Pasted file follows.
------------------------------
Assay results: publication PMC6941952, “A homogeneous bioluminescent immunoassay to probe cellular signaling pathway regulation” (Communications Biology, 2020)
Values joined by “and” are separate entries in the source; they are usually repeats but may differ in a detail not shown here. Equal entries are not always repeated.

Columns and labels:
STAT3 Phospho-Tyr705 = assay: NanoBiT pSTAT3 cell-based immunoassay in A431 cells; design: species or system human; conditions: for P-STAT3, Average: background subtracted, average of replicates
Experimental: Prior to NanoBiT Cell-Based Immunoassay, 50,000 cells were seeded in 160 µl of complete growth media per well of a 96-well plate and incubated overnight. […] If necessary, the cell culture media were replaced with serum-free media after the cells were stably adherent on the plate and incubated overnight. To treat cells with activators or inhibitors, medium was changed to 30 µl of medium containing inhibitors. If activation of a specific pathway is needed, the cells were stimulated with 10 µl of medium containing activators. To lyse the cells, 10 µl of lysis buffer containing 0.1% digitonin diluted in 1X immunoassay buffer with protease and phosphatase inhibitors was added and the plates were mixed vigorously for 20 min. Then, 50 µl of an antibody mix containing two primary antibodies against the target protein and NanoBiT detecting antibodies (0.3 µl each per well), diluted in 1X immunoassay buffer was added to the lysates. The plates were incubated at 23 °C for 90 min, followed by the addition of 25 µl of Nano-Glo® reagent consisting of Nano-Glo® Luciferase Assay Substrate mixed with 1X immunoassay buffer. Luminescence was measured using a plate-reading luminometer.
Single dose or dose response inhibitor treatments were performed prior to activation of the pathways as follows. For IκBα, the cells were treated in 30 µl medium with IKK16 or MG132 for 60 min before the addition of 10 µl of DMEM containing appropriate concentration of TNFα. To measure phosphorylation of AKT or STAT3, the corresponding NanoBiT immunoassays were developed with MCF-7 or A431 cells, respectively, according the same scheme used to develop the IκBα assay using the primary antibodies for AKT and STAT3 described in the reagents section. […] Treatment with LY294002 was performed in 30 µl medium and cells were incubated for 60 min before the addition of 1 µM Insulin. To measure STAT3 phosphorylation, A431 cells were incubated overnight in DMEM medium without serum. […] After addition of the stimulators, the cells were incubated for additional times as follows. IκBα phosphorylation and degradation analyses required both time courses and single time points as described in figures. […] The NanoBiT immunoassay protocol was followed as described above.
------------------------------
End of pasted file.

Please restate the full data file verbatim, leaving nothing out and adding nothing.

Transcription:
Assay results: publication PMC6941952, “A homogeneous bioluminescent immunoassay to probe cellular signaling pathway regulation” (Communications Biology, 2020)
Values joined by “and” are separate entries in the source; they are usually repeats but may differ in a detail not shown here. Equal entries are not always repeated.

Columns and labels:
STAT3 Phospho-Tyr705 = assay: NanoBiT pSTAT3 cell-based immunoassay in A431 cells; design: species or system human; conditions: for P-STAT3, Average: background subtracted, average of replicates
Experimental: Prior to NanoBiT Cell-Based Immunoassay, 50,000 cells were seeded in 160 µl of complete growth media per well of a 96-well plate and incubated overnight. […] If necessary, the cell culture media were replaced with serum-free media after the cells were stably adherent on the plate and incubated overnight. To treat cells with activators or inhibitors, medium was changed to 30 µl of medium containing inhibitors. If activation of a specific pathway is needed, the cells were stimulated with 10 µl of medium containing activators. To lyse the cells, 10 µl of lysis buffer containing 0.1% digitonin diluted in 1X immunoassay buffer with protease and phosphatase inhibitors was added and the plates were mixed vigorously for 20 min. Then, 50 µl of an antibody mix containing two primary antibodies against the target protein and NanoBiT detecting antibodies (0.3 µl each per well), diluted in 1X immunoassay buffer was added to the lysates. The plates were incubated at 23 °C for 90 min, followed by the addition of 25 µl of Nano-Glo® reagent consisting of Nano-Glo® Luciferase Assay Substrate mixed with 1X immunoassay buffer. Luminescence was measured using a plate-reading luminometer.
Single dose or dose response inhibitor treatments were performed prior to activation of the pathways as follows. For IκBα, the cells were treated in 30 µl medium with IKK16 or MG132 for 60 min before the addition of 10 µl of DMEM containing appropriate concentration of TNFα. To measure phosphorylation of AKT or STAT3, the corresponding NanoBiT immunoassays were developed with MCF-7 or A431 cells, respectively, according the same scheme used to develop the IκBα assay using the primary antibodies for AKT and STAT3 described in the reagents section. […] Treatment with LY294002 was performed in 30 µl medium and cells were incubated for 60 min before the addition of 1 µM Insulin. To measure STAT3 phosphorylation, A431 cells were incubated overnight in DMEM medium without serum. […] After addition of the stimulators, the cells were incubated for additional times as follows. IκBα phosphorylation and degradation analyses required both time courses and single time points as described in figures. […] The NanoBiT immunoassay protocol was followed as described above.